There is a significant negative association between firm capital expenditure and future stock returns and the association is mostly driven by the positive discretionary investment/expenditure sample. A capital expenditure strategy which goes long in the lowest decile of investment and short in the highest decile of investment appears to generate persistent hedge returns. The abnormal return remains significant after controlling firm characteristics and risk factors commonly known to be associated with stock returns.
    According to Donglin (2004), the argument that capital expenditure is more sensitive to cash flow is subject to different interpretations: whether capital rationing with respect to under investment or over investment (Fazzari et al 1988; Kaplan and Zingales, 1997; Jensen, 1986). Without examining the implication of such investment/capital expenditure for future profitability, it is difficult to distinguish the two contradicting theories. The event studies carried out by McConnell and Muscarella (1985) indicates that announcements of increase in planned capital investments/expenditure are generally associated with significantly positive excess stock returns. On the other hand, the study of Blose and Shieh (1997), Vogot (1997) find that market reacts to the level of capital expenditure announcement. Another set of studies along this line was carried out by Kaplan and Zingales (1997) also examines the valuation effects of actual capital expenditure and investment using annual returns submitted a mixed results. Even studies may be subject to two major problems such as firms may be self-selecting to announce investment plans and, that the market may misprice the investment in a short window, which is a valid concern. However, in the longer window studies, market cannot fully understand the implication of capital expenditure on future earnings. Lev and Thiagarajan (1993) find out that industry adjusted capital expenditure growth is positively associated with contemporary returns,
    At the industry level, examination of the individual industry capital expenditure/ investment plans also show that current profits are correlated with revision to investment. Aggregate profits not industry specific profits, are the dominant force. This facts suggest that the industry level, profits are important not because of financial constraints faced by different industries or the signaling power of industry profits, but rather because aggregate profit are correlated with aggregate movement in the desirability of investing in physical capital or capital expenditure (Owen, 1999).
    Profitability is the company's ability to generate profits hence, Myers and Majluf (1984) argue that companies with high profit would have sufficient internal funds to finance their operations so they do not require much external funding. While Johnson and Lee (1994) stated that if a company is more dependent on internal funds than external funds to finance its investment activities, the company will depend on its ability to generate profit. This is consistent with the study of Fazzari, et al (1988) that stated that one of the characteristics of financially constrained firms is the limitations in obtaining external funding. So if there is a high level of corporate profitability, it will increase the availability of internal funds, which can be used to fund its investment activities. It is expected that if quoted banks in the Nigerian context effectively and efficiently manage direct their capital expenditure to productive and profit yielding ventures or investment, it will inadvertently affect in a more positive manner their overall stock prices/returns in the Nigerian stock market.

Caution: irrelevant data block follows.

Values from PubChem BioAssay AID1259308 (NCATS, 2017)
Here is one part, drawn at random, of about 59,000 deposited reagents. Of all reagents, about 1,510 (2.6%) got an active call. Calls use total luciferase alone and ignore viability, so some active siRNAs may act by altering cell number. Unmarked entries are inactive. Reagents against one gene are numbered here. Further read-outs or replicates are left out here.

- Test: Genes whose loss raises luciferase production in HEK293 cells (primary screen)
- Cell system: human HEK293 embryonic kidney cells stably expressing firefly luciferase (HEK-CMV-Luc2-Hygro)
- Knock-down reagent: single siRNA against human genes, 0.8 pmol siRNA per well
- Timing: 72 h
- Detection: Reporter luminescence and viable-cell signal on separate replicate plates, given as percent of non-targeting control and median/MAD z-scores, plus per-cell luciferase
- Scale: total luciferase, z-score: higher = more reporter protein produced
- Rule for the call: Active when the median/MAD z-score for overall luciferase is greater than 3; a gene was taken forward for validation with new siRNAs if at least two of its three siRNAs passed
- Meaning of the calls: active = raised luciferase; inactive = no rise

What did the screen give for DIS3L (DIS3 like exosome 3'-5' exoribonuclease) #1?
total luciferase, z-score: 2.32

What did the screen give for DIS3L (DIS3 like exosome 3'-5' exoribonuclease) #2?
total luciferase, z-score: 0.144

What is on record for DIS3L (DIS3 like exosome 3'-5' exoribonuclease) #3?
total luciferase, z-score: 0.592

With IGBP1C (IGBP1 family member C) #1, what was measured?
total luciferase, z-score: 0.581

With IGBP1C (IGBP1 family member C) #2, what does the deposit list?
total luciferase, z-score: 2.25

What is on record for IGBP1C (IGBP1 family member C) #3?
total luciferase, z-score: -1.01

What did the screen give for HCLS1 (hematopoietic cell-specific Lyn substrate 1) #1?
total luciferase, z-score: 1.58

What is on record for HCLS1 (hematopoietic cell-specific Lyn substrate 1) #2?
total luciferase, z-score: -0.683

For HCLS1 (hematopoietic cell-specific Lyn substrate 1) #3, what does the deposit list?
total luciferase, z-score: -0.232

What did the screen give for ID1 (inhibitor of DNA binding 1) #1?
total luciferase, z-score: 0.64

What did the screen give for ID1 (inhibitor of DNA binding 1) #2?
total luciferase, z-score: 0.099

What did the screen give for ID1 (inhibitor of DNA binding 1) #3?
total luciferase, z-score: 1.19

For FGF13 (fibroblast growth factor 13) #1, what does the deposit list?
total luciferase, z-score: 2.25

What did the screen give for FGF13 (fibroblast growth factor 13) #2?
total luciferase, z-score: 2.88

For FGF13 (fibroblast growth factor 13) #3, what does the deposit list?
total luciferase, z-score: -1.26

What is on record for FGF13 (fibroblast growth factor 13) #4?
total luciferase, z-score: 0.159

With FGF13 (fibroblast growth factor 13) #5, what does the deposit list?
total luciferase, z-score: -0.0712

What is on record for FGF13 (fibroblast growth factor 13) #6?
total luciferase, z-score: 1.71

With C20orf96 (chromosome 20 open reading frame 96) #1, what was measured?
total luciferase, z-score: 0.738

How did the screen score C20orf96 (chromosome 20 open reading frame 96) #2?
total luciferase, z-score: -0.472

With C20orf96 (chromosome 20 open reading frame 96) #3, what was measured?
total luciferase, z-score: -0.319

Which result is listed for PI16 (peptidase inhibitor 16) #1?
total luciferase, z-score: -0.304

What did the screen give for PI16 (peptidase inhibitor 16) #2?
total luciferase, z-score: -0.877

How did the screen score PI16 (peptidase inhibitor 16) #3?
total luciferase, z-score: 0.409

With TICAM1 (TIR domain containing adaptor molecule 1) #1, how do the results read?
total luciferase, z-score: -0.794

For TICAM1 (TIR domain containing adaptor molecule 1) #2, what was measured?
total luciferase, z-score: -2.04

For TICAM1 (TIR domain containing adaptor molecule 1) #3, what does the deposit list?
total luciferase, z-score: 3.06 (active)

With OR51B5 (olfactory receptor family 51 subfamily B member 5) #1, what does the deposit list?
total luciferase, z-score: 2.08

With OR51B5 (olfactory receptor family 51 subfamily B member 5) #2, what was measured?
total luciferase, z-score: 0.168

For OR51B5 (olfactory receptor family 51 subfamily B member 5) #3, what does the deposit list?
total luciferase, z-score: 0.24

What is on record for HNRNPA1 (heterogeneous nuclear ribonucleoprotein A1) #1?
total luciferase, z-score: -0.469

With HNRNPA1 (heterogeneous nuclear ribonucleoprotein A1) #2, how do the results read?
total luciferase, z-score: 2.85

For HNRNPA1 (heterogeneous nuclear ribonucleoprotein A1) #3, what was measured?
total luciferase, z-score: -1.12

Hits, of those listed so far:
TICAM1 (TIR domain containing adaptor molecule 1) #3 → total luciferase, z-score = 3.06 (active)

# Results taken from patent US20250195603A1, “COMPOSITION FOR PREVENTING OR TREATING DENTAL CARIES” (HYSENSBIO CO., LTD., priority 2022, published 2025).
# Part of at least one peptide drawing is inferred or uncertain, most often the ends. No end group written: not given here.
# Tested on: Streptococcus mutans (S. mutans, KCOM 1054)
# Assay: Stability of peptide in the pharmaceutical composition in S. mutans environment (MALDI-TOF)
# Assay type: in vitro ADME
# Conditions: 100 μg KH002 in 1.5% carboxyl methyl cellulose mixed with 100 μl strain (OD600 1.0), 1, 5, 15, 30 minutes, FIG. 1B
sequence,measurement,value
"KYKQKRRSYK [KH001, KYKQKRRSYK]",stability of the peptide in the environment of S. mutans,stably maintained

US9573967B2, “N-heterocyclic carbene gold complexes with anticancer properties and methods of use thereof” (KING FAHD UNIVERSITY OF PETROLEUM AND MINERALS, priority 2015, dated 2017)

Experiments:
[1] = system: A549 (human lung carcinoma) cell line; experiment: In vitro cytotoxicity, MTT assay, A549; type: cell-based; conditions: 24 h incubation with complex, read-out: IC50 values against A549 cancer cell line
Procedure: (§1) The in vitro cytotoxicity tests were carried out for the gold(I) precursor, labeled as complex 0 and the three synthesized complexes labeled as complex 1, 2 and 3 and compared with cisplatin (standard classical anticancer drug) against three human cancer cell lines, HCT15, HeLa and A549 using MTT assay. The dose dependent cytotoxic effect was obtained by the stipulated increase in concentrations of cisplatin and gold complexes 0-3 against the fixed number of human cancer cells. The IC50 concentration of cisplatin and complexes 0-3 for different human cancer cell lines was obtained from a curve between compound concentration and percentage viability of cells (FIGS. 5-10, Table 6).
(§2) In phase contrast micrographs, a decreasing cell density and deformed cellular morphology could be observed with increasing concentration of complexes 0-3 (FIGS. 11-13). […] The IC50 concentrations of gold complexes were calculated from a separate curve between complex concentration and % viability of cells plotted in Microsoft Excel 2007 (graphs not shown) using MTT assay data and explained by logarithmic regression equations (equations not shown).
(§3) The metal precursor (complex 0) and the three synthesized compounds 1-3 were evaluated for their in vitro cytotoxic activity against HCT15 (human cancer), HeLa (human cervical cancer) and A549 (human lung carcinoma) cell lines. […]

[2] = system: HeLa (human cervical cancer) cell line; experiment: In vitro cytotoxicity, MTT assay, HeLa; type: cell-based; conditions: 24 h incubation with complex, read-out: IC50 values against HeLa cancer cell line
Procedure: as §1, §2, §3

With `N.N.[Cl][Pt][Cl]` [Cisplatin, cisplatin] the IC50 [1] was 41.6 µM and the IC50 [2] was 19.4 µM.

1.10    STATEMENT OF THE RESEARCH PROBLEM
    In view of the huge amount of capital expenditure by Corporate Organizations, particularly banks quoted on the Nigerian stock market, the total capital expenditure is enormous and it is surprising that so few studies have addressed the implications of capital expenditure for future profitability and stock returns of quoted banks in Nigeria. The study of Fairfield, Whisenant and Yohn (2003a) on the impact of capital expenditure on stock returns, indicate a negative relationship between growth in net long term operating assets and one year ahead future return on assets. Richardson, Sloan, Soliman and Tuna (2003) also find a similar relationship and attribute it to the lower reliability of long term asset accruals. It is reasonable, though, to believe that growth in long term asset accruals also capture investment intensity. Study of Abarbanell and BusheeaL (1997), Diamond (1991), Mills, et al. (1995), Owen (1999), Kristianti (2003), Bhagat, et al (2005), Titman, Wei and Xie (2003a) and Donglin (2004) all also show that capital expenditure conveys a negative signal for future earnings. Thus, there seems to be a negative relation between capital expenditure/investment and future profitability. However, there is little evidence as to what factors could explain this negative association (Owen, 1999).